Virginia Lake Cabin is a short floatplane ride from Wrangell, Alaska, making it a popular destination for a remote getaway on a scenic lake. It is located 10 miles east of Wrangell on the mainland above Eastern Passage. The area around Virginia Lake provides opportunities for fishing, hunting, paddling and hiking.
The site can be accessed by float plane, depending on conditions, or by portaging and paddling watercraft. Visitors are responsible for their own travel arrangements and safety and must bring several of their own amenities.
Anglers can fish for cutthroat trout and Dolly Varden from May to October and sockeye salmon in August and September. A 14' skiff with oars is provided at the cabin, but visitors must supply their own flotation devices and ensure that the skiff is secured before leaving. Hunting is possible in the area with the proper permits.
The .9-mile Mill Creek Trail can be accessed by cabin users by paddling across the lake to the outlet. Trail users can see evidence of past mining and an old sawmill, and can access fishing opportunities in Mill Creek. Alternate access to the cabin from the saltwater at Eastern Passage is by portaging watercraft over this trail. There is no developed trail from the end of Mill Creek Trail at the Virginia Lake outlet to the cabin.
The original (pan-abode style) cabin was built in 1965 and is 12-by-14, but it was modified in the mid 1990's to make it wheelchair accessible and add a 10-by-8 addition. It features a wheelchair-friendly deck that wraps around two sides of the cabin and a walkway between the cabin and the outhouse. The cabin sleeps eight people with three single bunks and two double bunks with trundles. It also has a table and benches, broom, both a wood stove and oil stove (No. 1 oil required) for heat, and a campfire ring. Note: the cabin is only wheelchair accessible when the seasonal floatplane dock is in the lake; contact the Wrangell Ranger District at 907-874-2323 to check on the status of the dock.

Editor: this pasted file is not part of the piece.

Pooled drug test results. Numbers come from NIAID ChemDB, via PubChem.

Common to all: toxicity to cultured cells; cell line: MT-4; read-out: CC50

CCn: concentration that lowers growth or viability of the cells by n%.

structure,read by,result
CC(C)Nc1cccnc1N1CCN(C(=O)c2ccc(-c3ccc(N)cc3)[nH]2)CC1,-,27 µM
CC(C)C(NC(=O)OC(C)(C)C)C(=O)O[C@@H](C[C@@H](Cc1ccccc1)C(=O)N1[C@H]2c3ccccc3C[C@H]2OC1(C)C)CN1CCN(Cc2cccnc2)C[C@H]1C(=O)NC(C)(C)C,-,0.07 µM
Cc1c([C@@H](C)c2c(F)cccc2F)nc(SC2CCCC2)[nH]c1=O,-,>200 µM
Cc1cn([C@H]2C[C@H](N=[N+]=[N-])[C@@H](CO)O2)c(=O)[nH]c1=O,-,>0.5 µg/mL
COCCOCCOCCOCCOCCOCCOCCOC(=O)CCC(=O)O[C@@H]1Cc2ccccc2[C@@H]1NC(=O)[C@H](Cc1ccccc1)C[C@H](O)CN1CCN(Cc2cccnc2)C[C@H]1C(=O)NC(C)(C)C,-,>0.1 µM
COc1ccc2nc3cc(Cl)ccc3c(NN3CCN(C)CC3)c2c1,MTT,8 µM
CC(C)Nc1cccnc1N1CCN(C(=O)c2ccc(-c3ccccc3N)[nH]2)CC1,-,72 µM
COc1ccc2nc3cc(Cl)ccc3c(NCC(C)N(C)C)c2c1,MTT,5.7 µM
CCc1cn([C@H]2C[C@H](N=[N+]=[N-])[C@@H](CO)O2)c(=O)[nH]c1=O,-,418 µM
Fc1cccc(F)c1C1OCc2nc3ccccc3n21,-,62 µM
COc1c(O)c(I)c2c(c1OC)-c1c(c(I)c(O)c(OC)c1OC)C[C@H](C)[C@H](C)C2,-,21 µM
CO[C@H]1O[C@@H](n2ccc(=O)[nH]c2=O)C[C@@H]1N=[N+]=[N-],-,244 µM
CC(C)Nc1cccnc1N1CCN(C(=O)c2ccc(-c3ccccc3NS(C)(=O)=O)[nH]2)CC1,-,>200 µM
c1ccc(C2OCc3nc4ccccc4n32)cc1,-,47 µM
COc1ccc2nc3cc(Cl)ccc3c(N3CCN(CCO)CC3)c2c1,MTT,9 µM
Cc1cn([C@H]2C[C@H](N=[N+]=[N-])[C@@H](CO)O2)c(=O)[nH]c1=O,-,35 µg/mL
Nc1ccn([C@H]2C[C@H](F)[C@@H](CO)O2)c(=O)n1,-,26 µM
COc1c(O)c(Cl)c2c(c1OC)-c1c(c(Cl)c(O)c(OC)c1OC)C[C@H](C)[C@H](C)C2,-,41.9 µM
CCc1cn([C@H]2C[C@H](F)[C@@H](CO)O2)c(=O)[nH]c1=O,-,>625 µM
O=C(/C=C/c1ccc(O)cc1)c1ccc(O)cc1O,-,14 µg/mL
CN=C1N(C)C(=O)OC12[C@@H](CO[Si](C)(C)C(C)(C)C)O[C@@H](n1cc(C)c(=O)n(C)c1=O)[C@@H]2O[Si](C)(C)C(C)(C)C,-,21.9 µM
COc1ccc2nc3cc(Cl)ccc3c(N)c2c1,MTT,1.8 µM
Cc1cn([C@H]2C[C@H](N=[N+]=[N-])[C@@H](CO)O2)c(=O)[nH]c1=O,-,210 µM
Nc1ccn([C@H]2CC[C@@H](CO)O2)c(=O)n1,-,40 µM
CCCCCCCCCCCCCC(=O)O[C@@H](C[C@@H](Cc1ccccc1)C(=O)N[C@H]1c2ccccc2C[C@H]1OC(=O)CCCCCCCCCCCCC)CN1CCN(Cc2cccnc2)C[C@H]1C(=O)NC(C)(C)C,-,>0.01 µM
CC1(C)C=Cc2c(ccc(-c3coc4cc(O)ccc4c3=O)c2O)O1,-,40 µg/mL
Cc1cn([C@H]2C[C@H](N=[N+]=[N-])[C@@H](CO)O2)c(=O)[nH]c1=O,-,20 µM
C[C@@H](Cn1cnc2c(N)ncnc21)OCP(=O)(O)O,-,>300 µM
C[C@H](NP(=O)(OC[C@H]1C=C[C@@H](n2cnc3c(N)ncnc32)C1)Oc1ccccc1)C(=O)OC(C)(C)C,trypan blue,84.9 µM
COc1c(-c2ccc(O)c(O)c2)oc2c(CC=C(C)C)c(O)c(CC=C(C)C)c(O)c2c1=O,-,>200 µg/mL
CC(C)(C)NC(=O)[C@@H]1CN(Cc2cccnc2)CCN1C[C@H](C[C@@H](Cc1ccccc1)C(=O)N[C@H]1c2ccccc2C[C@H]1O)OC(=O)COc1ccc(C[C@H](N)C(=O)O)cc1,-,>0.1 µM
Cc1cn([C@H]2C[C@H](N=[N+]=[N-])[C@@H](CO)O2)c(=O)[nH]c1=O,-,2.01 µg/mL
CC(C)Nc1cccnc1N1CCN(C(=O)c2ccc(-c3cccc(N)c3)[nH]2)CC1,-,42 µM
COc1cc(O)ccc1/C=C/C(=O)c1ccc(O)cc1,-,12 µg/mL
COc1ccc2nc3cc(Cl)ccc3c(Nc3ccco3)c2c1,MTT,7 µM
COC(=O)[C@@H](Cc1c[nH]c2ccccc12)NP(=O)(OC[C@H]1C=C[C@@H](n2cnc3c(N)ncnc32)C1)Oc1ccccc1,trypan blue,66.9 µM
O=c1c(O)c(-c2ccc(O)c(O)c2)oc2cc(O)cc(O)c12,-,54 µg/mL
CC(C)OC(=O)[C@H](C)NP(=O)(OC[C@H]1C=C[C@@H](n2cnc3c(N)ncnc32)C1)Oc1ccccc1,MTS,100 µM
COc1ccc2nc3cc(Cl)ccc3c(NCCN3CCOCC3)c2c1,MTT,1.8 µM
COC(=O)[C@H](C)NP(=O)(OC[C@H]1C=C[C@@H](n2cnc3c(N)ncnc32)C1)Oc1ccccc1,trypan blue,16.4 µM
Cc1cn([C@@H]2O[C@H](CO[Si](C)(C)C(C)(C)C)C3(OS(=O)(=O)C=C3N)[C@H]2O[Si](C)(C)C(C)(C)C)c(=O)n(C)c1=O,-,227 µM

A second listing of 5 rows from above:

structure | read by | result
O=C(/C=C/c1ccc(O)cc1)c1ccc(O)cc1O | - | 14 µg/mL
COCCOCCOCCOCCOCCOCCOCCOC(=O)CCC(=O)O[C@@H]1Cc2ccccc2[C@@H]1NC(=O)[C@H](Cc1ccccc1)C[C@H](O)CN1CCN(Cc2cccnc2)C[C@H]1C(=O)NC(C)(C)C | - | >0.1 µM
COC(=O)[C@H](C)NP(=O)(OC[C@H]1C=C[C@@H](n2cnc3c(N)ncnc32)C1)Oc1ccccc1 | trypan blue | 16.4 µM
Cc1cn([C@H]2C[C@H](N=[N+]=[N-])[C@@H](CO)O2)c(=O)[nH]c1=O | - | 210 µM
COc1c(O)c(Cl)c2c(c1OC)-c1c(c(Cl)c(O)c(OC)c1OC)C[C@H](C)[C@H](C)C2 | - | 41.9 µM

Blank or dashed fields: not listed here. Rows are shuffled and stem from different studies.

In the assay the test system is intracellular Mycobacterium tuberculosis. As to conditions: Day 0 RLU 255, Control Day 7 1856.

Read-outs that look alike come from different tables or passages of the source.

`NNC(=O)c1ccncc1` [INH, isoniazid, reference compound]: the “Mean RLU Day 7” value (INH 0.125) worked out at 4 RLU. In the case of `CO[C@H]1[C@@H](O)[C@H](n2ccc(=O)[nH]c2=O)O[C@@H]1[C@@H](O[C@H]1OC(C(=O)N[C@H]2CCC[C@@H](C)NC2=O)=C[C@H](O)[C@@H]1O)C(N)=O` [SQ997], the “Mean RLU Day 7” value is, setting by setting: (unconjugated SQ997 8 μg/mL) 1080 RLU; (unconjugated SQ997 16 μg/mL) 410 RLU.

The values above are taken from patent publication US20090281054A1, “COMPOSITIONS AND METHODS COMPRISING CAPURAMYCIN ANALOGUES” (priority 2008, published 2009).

Water and electricity are not provided. Water is available from a stream behind the cabin, but guests should be sure to treat water before drinking or cooking with it ( water safety tips ). It is recommended that visitors bring their own water supply. Cooking facilities are not available. Visitors should provide their own firewood or #1 stove oil, sleeping bags, sleeping pads, a cooking stove, lanterns or flashlights, cookware, plates, utensils, food, toilet paper, garbage bags, a fire extinguisher and fire starter. Visitors are expected to pack out trash and clean the cabin before leaving ( click here for more cabin details).
The cabin sits on relatively flat land with some large meadows near Porterfield Creek, which is about a quarter-mile away. The surrounding rainforest is primarily Sitka spruce and western hemlock with some cedar. Steep mountains surround portions of the lake. A sandy beach is located in front of the cabin.
This area is home to brown and black bears ( bear safety information ). Moose also make their home here.